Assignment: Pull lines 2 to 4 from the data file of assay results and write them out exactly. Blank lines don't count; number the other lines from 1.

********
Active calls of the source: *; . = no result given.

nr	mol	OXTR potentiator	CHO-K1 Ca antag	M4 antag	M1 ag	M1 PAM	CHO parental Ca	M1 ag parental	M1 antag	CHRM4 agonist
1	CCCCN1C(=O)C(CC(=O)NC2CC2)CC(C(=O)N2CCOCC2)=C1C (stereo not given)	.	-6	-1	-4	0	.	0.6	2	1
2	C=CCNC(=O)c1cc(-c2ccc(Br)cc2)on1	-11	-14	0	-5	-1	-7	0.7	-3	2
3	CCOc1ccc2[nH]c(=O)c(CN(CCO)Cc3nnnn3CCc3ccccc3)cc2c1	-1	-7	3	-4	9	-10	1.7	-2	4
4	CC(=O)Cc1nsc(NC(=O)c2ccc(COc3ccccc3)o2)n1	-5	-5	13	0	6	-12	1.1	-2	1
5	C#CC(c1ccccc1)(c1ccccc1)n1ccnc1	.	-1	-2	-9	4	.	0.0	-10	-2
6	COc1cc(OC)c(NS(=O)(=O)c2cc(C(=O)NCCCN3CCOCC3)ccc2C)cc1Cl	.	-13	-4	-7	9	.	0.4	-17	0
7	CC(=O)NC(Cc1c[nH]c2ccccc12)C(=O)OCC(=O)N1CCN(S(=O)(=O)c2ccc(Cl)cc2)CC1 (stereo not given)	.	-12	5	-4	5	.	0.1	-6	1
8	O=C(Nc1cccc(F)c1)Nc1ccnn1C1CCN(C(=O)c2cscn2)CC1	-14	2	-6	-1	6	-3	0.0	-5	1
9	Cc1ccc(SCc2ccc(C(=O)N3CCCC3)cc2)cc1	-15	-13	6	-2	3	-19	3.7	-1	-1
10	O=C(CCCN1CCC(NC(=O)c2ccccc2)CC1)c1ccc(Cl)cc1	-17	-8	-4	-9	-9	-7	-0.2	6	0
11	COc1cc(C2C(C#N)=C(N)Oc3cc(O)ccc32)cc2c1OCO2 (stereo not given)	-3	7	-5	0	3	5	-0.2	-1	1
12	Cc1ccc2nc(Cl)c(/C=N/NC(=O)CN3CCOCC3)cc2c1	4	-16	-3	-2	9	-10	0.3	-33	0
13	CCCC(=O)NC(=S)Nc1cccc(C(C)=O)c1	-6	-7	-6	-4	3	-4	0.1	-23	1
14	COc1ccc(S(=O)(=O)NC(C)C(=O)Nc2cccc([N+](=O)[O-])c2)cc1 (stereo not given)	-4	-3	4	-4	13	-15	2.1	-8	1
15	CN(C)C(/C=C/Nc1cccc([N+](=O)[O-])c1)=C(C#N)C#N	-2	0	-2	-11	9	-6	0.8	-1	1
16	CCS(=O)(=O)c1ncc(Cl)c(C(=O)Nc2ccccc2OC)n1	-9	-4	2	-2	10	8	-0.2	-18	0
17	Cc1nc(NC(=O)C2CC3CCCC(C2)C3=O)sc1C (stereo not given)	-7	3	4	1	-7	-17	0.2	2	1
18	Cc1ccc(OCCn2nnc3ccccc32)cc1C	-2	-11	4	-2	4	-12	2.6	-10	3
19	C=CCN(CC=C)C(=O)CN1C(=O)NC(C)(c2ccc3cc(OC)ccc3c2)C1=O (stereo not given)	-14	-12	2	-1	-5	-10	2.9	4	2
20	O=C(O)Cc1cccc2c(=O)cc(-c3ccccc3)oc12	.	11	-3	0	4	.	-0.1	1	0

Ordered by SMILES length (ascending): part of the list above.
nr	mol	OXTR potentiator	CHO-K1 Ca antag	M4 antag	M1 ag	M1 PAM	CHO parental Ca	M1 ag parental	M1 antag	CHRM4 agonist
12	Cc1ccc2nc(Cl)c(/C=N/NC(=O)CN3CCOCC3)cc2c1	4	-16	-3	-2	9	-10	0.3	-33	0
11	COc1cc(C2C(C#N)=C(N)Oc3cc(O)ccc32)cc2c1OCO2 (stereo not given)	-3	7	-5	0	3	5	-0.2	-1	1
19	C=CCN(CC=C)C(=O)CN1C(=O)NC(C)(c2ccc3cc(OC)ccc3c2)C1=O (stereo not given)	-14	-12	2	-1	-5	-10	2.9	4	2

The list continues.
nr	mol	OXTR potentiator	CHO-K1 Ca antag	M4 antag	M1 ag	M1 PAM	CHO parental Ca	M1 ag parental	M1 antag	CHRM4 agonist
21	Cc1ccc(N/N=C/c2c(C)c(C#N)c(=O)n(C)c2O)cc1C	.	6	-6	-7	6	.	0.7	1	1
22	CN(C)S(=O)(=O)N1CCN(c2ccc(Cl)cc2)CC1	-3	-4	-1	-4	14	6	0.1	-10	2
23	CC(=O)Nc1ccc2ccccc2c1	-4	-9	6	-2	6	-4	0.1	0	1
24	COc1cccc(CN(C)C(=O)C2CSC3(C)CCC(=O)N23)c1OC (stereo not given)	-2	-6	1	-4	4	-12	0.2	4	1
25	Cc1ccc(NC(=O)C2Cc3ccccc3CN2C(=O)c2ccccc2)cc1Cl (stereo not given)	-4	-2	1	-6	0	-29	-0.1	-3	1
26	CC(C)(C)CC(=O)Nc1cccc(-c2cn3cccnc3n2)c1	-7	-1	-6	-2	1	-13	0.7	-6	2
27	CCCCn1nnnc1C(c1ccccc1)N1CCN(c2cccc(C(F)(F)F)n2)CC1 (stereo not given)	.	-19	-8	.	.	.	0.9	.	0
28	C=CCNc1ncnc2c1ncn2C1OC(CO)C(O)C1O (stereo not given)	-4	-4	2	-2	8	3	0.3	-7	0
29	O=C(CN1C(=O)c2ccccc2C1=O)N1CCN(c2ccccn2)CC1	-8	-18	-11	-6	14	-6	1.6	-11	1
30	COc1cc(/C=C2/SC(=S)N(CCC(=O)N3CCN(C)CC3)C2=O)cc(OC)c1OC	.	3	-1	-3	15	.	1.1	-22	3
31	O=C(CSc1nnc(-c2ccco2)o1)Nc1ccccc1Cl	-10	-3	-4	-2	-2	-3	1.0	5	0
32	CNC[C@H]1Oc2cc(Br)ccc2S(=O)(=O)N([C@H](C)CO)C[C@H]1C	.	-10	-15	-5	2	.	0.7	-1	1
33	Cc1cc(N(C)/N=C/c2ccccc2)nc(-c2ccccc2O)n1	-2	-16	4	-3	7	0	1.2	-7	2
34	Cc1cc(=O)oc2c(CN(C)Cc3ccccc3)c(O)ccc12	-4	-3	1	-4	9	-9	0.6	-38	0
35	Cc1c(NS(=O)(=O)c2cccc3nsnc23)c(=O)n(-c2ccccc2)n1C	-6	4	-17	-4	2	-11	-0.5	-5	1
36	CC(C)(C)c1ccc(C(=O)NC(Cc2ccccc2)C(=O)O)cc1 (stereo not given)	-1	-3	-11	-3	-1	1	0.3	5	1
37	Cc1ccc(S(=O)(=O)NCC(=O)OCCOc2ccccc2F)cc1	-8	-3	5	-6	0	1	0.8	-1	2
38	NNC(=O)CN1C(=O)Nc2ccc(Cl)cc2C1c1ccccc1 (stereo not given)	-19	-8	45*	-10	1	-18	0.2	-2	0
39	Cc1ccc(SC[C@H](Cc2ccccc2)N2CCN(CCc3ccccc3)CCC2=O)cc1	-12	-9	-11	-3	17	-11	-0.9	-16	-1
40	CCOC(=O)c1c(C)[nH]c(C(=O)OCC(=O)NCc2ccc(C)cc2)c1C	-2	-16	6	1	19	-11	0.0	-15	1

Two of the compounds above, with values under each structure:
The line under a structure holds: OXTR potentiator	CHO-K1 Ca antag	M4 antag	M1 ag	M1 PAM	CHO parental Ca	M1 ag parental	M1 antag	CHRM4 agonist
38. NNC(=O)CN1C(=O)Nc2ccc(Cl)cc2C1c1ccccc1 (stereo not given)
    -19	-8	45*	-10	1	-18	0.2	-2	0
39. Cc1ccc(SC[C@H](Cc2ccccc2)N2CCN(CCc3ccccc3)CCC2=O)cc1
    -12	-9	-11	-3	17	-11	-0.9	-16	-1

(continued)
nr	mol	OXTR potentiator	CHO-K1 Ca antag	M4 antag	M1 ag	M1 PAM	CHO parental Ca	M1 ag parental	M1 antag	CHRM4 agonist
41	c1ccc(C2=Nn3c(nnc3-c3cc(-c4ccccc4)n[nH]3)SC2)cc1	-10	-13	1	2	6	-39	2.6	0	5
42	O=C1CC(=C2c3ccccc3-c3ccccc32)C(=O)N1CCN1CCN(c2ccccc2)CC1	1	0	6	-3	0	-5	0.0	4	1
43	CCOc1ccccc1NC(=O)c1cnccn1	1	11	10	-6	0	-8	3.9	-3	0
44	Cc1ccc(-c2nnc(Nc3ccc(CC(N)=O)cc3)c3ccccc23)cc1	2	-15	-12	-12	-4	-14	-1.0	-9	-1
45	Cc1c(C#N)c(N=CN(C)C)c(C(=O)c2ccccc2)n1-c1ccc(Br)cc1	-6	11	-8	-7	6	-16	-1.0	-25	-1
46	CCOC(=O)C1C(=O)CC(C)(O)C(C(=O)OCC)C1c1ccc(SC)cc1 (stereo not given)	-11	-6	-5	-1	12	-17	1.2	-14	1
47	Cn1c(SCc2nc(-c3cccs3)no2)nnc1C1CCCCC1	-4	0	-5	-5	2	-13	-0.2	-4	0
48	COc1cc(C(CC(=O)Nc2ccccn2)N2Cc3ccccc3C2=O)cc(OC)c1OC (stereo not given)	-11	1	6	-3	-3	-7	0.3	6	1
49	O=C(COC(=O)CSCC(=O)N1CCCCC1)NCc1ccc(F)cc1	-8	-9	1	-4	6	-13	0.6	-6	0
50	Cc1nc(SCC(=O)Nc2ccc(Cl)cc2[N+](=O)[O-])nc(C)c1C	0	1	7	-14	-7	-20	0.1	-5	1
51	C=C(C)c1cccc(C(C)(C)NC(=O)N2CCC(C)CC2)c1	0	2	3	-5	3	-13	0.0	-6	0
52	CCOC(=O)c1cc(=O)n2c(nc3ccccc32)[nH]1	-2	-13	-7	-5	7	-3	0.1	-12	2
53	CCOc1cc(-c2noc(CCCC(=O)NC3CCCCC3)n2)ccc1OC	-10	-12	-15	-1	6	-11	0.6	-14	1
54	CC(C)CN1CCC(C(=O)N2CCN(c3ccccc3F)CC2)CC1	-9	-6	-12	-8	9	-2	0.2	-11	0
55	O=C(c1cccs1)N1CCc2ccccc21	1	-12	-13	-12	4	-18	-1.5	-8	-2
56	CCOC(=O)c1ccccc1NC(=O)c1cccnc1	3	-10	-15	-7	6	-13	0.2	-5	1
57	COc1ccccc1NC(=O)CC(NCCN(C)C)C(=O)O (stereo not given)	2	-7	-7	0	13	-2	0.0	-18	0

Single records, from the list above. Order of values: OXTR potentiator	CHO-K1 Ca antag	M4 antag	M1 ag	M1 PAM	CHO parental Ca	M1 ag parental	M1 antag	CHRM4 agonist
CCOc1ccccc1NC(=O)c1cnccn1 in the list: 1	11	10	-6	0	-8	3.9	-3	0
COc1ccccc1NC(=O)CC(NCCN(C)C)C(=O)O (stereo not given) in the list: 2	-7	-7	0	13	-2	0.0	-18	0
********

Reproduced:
nr	mol	OXTR potentiator	CHO-K1 Ca antag	M4 antag	M1 ag	M1 PAM	CHO parental Ca	M1 ag parental	M1 antag	CHRM4 agonist
1	CCCCN1C(=O)C(CC(=O)NC2CC2)CC(C(=O)N2CCOCC2)=C1C (stereo not given)	.	-6	-1	-4	0	.	0.6	2	1
2	C=CCNC(=O)c1cc(-c2ccc(Br)cc2)on1	-11	-14	0	-5	-1	-7	0.7	-3	2